In honor of 125 years of women at Auburn University, the Auburn theater department has dedicated their shows this year to commemorating women within theater – writers, directors, choreographers and women in acting roles alike.
Throughout the 2017-18 school year, the theater department will present the current show, “Antigone,” as well as “God of Carnage,” “A Civil War Christmas,” “Chicago,” “Dance Concert” and “Mr. Burns, A Post-Electric Play.” All of the shows were either written by women or feature a wide range of women characters.
Three of the six shows were written by women – “God of Carnage,” “A Civil War Christmas” and “Mr. Burns, A Post-Electric Play” – and “Dance Concert” will be directed by two women professors in the theater department.
The first show put on in the Telfair Peet Theatre is Jean Anouilh’s 1944 adaptation of the play Antigone first performed in Nazi-occupied Paris. The play features the protagonist, Antigone, the daughter of now-dead King Oedipus, as she attempts to bury her brother against the edict of the new king.
The theater will be hosting Talkback Thursday along with the women’s studies program after the penultimate performance of Antigone on Sept. 28 in the Telfair Peet Theatre. The talk will focus on the play and the feminist principles represented within it.
Barbara Baker, executive director of the Women’s Leadership Institute, said the theater department has been an amazing partner for the 125th anniversary celebration.
“They dedicated their entire season to the contributions of women to theater arts and themed the season ‘Letting In the Light,’” Baker said. “They created beautiful art and design to complement their programs and integrated Auburn women into their designs.”
The theater department is encouraging students and community members to join them and the women’s studies program in the College of Liberal Arts for the roundtable discussion of the play. The discussion will also feature the play’s director, professor Daydrie Hague, along with cast members and theater department faculty.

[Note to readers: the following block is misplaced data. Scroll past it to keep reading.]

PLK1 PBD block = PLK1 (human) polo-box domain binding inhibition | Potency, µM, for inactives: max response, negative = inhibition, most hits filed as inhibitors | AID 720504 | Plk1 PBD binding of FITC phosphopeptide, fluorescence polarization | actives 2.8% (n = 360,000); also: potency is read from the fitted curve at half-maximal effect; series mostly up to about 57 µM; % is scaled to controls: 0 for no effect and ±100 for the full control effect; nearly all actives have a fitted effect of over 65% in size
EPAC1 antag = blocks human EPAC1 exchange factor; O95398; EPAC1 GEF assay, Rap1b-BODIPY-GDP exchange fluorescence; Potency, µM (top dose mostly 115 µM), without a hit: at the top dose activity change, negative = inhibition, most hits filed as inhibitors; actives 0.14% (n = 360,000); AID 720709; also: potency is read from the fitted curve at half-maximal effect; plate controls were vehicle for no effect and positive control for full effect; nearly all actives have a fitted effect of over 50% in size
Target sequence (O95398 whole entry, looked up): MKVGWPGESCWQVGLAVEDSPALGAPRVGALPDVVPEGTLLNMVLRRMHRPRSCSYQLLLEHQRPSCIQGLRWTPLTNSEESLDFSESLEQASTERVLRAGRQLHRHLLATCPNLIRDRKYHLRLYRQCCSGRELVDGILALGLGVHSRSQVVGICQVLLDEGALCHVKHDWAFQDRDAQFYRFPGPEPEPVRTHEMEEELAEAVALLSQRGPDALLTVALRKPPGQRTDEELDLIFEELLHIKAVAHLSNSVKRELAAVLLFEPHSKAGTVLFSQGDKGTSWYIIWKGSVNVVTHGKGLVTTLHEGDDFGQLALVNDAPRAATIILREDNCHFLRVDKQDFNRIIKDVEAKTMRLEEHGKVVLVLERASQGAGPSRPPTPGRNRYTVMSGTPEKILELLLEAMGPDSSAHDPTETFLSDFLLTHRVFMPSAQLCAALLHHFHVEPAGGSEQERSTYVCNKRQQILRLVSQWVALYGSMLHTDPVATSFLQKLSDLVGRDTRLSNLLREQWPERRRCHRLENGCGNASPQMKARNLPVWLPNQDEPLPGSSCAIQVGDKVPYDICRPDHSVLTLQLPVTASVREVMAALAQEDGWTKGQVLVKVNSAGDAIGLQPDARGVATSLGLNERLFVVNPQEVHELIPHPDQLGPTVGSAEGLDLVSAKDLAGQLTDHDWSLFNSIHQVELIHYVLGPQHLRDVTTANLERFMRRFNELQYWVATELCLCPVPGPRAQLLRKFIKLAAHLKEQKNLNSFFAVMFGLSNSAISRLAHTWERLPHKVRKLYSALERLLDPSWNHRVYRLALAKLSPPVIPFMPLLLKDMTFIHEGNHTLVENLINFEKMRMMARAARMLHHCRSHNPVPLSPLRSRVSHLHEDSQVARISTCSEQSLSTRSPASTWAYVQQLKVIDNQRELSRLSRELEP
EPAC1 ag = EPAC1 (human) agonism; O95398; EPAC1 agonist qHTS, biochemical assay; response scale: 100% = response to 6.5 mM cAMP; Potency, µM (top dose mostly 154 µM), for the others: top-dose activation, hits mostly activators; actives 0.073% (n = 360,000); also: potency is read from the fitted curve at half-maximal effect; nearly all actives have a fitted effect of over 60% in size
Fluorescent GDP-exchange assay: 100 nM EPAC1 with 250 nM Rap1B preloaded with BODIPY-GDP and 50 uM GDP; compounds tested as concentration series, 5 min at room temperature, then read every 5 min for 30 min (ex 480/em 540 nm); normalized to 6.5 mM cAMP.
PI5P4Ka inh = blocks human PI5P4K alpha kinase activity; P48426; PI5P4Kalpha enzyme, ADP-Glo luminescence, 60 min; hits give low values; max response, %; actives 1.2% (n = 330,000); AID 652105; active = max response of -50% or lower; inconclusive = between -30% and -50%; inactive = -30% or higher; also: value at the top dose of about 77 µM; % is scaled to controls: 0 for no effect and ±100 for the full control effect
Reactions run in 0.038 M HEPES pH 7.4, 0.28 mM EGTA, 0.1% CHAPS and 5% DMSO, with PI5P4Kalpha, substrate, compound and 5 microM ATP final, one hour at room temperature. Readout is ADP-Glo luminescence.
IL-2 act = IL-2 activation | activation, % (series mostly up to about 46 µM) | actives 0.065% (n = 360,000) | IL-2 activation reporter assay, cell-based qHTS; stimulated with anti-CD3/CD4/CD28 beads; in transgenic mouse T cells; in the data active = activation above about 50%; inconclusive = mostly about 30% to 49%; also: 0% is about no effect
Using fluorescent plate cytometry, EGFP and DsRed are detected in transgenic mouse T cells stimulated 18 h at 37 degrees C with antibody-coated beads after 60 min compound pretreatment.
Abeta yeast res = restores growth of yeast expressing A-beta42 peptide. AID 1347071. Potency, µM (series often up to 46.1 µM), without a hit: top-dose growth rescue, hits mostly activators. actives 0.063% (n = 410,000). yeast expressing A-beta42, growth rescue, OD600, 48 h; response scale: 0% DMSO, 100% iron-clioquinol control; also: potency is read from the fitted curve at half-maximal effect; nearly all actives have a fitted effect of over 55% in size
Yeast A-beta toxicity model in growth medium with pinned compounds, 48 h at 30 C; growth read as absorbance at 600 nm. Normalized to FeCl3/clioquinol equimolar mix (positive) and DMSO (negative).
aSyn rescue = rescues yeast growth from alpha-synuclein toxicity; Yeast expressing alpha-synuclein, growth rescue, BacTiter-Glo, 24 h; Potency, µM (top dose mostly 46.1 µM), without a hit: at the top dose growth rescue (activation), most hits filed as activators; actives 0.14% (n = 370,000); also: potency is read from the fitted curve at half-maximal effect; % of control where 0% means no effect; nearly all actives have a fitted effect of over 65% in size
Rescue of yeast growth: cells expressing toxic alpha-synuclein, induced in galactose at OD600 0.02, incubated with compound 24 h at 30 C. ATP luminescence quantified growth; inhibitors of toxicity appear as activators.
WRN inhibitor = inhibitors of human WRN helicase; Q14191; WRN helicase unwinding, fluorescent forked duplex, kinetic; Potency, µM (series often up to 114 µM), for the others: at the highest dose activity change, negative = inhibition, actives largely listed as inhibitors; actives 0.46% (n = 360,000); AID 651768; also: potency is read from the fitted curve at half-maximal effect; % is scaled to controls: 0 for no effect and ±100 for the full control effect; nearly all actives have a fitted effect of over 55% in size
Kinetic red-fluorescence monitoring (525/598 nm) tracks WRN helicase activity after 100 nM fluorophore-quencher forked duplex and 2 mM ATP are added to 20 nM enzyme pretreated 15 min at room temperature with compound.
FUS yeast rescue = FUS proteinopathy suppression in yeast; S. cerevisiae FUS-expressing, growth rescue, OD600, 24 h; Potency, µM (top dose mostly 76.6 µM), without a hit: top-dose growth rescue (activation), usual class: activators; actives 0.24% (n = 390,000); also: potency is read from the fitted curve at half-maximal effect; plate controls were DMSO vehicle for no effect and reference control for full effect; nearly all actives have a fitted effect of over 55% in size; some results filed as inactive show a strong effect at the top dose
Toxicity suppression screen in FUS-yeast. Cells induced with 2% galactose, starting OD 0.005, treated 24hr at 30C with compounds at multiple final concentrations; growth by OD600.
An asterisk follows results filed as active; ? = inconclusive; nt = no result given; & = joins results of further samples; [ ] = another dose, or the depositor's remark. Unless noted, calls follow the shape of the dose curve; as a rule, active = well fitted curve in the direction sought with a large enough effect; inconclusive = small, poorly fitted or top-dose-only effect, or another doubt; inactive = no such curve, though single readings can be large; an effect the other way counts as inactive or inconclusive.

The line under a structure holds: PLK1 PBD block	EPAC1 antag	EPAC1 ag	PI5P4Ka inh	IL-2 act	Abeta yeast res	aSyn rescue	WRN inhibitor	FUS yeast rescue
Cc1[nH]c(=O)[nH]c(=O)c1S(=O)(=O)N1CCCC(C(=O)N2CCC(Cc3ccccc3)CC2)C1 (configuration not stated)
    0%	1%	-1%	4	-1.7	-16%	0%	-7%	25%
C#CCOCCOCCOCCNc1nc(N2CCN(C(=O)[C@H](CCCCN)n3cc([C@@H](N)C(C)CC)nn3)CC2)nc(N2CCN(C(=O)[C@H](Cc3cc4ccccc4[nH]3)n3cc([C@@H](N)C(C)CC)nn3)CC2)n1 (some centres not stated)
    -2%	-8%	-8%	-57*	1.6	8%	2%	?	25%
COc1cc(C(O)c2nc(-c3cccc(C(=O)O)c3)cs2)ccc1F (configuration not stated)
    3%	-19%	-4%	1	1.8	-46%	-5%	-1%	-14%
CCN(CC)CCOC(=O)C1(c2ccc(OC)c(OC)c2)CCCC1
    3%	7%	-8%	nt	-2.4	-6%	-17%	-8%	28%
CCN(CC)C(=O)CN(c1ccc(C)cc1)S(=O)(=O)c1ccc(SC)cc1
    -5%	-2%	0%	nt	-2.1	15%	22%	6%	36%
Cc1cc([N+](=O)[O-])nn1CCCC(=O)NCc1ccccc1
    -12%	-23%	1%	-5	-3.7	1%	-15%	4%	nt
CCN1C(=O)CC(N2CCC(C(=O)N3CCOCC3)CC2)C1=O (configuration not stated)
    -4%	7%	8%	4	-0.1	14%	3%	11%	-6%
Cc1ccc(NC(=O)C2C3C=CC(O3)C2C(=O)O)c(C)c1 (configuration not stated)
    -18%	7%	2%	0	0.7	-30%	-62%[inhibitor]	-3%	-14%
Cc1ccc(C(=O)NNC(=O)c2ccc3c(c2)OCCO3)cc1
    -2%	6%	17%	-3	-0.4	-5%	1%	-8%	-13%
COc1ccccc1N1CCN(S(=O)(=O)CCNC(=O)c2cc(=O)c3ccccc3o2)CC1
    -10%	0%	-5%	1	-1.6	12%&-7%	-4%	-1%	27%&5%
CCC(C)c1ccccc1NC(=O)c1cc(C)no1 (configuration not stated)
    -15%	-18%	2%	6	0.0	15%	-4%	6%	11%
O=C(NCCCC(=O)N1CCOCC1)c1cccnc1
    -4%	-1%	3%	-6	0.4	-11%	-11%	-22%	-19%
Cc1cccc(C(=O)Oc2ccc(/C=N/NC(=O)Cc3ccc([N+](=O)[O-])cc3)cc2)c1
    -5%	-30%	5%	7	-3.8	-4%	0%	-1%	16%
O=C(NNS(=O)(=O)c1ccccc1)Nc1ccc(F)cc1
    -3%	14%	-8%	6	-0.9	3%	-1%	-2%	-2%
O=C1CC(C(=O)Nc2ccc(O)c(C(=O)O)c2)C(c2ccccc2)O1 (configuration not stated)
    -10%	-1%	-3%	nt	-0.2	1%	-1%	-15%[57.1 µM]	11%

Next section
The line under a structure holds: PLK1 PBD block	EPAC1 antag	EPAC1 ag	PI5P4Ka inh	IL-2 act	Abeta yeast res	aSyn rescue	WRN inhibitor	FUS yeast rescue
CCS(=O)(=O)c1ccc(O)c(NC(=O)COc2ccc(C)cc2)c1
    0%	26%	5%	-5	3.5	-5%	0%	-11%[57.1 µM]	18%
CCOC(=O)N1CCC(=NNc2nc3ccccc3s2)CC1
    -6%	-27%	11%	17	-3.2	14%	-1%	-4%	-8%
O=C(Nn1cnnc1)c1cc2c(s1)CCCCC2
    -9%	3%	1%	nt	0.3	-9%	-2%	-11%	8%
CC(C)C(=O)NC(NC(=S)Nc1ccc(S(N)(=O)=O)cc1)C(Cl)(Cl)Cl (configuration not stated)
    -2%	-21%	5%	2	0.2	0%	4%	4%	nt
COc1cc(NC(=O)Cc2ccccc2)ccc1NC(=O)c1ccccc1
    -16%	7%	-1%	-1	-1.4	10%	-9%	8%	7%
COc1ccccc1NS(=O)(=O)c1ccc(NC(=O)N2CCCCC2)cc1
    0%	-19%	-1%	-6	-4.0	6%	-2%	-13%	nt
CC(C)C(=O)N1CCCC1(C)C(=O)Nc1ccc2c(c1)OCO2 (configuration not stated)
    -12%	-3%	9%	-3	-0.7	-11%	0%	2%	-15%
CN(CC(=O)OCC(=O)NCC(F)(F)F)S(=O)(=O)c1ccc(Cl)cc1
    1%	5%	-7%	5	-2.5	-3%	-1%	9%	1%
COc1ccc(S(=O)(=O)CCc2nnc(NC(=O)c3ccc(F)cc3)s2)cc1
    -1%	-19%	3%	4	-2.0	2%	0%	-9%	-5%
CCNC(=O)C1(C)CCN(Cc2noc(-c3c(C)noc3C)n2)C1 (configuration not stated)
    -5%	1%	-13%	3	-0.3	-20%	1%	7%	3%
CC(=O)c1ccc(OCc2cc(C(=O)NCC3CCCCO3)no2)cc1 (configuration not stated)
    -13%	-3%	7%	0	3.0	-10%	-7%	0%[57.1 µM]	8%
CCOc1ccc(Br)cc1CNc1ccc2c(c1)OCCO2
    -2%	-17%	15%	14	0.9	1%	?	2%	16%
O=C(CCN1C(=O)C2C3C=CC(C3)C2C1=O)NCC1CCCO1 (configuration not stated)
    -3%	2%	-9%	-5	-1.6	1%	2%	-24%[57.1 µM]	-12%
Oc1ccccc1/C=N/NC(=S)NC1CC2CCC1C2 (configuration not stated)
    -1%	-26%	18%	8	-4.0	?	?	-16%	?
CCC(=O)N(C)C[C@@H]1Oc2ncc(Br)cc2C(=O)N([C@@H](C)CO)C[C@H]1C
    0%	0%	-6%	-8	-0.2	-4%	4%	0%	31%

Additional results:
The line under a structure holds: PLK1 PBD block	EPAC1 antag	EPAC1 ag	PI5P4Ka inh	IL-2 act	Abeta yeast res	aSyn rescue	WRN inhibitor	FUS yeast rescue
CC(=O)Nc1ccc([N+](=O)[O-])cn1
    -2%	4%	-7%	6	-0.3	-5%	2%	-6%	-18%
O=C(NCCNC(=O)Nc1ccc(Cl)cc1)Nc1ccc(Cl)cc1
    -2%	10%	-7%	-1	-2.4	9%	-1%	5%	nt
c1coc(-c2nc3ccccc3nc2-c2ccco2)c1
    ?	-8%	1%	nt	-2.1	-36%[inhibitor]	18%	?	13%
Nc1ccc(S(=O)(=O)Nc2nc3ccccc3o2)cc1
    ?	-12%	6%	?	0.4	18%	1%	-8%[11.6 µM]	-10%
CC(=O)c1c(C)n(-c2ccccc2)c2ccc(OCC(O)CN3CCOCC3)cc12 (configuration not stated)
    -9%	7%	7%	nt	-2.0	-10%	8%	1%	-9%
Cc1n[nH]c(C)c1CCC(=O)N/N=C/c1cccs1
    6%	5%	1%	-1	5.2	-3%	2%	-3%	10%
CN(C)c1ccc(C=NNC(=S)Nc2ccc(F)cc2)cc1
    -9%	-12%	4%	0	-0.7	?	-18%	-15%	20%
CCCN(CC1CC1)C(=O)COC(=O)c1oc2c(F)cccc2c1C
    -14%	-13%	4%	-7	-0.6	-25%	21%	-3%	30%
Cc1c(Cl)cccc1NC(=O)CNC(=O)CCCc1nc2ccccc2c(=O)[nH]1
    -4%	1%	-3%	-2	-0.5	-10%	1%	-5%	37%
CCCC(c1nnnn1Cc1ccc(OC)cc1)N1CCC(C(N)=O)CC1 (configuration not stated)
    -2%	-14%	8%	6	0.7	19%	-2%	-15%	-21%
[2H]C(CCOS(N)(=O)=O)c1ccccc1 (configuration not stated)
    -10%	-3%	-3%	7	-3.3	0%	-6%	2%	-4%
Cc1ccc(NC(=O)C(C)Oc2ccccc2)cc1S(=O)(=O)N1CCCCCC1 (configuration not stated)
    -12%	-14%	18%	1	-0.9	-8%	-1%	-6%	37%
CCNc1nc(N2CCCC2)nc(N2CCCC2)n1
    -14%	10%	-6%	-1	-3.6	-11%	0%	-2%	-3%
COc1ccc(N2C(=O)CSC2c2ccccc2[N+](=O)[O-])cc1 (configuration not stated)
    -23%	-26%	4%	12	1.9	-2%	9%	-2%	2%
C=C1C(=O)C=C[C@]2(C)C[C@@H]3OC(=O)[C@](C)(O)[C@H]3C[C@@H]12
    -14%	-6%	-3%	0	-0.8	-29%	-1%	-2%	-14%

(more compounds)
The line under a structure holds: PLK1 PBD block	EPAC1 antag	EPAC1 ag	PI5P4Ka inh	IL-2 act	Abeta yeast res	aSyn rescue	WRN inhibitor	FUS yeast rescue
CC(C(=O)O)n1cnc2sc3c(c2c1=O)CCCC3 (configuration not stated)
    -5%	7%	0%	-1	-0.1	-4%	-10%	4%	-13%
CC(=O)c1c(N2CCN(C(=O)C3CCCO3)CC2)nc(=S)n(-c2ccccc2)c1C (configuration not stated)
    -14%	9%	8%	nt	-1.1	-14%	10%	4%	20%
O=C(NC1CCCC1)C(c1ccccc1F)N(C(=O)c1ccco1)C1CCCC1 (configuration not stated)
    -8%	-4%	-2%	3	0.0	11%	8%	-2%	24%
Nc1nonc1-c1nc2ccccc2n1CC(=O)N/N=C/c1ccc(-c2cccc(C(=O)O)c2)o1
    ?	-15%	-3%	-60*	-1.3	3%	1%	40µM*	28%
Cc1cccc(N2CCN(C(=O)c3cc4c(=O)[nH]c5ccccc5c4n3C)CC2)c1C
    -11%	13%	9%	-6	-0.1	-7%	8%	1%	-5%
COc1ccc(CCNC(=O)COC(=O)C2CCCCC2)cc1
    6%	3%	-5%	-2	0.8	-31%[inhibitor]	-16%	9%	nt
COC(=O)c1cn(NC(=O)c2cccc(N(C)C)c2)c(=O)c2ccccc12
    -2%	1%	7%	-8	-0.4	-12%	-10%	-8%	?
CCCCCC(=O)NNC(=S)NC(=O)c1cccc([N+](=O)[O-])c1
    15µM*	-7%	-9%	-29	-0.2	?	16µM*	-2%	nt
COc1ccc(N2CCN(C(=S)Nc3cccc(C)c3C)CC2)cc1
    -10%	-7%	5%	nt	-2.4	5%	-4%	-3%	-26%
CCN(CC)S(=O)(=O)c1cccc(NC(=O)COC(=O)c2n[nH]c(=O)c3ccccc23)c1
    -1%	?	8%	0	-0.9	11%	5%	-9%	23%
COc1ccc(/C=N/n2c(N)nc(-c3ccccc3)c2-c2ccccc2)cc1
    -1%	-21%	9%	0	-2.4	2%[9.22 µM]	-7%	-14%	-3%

“What can we learn from the dramatic tale of Antigone that is relevant to contemporary feminism and for the struggle for justice, representation, and goodness in face of authoritarian rule?” the Talkback Thursday description on the Auburn University Theatre Facebook page.
Cate Rasco, senior in theater and the department’s social media assistant, said she, especially as a woman, thinks the theater department’s choice to empower women through highlighting the 125th year at Auburn is important for a plethora of reasons.
“Our current department head Chase Bringardner wanted to incorporate what’s been going on at the University,” Rasco said. “It’s a big year for the University, so I think he wanted to incorporate that because in the theater we like to tell a variety of stories and represent people that aren’t usually represented in a favorable light or are kind of played down.”
She is currently performing in the run of “Antigone” as the role of the nurse. She said the theater department’s efforts to showcase strong women in all shapes and sizes rather than just as the dependent damsel in distress or the motherly figure is a vital part of accurate representation.
Performances of “Antigone” will run from Sept. 21-29 in the Telfair Peet Theatre.